Africa did not give birth to the ancestors of monkeys, apes and humans as is often believed, new research suggests.
Instead the earliest "anthropoids" colonised Africa from Asia, it is claimed.
New fossils discovered in central Libya and dating back 39 million years contain a surprising variety of species, say scientists.
They include three distinct families of anthropoid primates that lived in North Africa at about the same time.
Their sudden appearance can either be explained by a striking gap in the African fossil record, or colonisation from another continent.
Writing in the journal Nature, the experts said they believed migration from Asia to be the most plausible theory.
Lead researcher Dr Christopher Beard, from the Carnegie Museum of National History in Pittsburgh, US, said: "If our ideas are correct, this early colonisation of Africa by anthropoids was a truly pivotal event - one of the key points in our evolutionary history.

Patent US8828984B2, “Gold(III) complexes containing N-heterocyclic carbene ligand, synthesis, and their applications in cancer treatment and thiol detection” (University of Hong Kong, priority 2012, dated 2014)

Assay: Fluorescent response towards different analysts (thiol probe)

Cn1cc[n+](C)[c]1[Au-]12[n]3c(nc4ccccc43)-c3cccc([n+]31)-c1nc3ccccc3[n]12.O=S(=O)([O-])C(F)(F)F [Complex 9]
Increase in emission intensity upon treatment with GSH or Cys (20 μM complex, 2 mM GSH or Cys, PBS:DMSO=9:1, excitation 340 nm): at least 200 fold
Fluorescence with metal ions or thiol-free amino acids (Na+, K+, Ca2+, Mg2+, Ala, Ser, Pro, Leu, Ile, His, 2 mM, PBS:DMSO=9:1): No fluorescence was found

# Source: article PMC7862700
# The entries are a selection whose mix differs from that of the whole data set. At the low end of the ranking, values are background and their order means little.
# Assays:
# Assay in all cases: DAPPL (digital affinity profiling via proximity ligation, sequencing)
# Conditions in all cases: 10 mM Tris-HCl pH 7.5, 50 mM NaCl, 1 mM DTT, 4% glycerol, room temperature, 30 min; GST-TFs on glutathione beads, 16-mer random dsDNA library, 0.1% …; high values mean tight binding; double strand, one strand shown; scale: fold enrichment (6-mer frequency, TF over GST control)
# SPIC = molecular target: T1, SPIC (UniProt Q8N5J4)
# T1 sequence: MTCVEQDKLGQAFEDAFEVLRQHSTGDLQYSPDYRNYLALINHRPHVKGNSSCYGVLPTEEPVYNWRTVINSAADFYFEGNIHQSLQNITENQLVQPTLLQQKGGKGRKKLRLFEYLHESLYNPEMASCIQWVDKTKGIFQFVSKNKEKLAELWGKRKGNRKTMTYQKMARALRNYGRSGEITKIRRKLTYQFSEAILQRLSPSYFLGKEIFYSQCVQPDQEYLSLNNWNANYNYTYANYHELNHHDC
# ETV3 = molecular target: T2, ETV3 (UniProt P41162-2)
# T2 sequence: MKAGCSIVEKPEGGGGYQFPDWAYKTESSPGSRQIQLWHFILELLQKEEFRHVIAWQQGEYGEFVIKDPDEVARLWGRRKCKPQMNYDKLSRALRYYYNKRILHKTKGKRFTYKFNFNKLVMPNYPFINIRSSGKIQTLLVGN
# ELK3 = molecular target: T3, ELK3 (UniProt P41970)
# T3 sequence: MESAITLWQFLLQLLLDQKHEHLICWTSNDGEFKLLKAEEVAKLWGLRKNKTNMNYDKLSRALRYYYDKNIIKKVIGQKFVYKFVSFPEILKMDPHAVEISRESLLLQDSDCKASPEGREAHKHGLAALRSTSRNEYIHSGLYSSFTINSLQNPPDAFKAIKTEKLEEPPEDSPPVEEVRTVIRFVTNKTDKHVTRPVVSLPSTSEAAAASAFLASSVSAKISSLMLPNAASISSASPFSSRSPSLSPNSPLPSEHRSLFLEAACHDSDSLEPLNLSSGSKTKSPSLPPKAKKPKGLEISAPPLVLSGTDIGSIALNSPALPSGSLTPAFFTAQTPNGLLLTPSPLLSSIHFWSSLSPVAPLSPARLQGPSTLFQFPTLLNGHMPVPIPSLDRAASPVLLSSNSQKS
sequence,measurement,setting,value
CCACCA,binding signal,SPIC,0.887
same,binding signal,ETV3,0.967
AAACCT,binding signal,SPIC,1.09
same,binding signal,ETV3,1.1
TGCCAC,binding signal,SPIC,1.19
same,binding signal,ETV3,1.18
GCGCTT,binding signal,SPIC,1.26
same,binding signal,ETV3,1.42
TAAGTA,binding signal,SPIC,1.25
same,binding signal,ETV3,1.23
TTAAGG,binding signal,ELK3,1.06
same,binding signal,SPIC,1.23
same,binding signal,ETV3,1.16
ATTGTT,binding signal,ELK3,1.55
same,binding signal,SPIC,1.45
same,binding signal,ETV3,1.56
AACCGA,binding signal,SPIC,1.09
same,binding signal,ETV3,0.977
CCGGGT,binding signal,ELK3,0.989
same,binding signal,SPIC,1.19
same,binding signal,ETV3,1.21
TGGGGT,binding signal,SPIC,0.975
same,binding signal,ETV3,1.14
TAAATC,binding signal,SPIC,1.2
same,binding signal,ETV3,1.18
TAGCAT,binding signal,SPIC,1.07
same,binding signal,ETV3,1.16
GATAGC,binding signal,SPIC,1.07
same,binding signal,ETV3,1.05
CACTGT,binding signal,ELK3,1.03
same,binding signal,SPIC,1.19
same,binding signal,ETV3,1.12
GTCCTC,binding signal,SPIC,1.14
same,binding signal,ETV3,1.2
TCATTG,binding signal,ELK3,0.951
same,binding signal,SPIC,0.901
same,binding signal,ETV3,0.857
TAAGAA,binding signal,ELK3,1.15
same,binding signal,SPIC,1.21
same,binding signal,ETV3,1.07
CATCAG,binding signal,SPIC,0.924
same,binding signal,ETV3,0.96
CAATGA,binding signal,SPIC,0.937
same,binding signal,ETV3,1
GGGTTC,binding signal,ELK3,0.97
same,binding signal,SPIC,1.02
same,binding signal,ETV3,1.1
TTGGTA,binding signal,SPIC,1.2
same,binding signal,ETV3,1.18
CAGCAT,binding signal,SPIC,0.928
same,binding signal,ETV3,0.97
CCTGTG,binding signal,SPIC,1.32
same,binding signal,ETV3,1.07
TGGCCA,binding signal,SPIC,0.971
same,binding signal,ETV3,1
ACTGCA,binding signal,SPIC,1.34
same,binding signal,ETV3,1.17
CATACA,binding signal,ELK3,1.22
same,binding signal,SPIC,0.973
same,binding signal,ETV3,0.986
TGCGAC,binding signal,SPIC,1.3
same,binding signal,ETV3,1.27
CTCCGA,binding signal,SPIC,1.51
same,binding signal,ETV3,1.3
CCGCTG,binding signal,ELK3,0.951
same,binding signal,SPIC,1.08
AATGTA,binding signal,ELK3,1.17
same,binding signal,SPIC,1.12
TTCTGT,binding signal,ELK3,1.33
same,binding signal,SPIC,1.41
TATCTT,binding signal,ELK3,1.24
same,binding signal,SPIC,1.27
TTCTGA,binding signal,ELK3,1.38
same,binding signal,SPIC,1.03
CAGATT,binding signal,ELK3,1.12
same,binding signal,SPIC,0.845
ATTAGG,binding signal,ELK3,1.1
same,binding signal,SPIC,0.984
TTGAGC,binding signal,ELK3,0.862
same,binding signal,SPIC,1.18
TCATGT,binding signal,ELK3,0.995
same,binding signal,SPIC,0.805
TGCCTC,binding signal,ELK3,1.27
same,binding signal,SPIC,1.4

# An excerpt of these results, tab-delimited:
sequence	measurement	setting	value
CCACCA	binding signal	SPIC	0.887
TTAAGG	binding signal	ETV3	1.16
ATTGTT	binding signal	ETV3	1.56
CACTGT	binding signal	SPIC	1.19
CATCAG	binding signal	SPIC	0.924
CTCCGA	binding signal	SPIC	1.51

"At the time, Africa was an island continent; when these anthropoids appeared, there was nothing on that island that could compete with them.
"It led to a period of flourishing evolutionary divergence amongst anthropoids, and one of those lineages resulted in humans.
"If our early anthropoid ancestors had not succeeded in migrating from Asia to Africa, we simply wouldn't exist."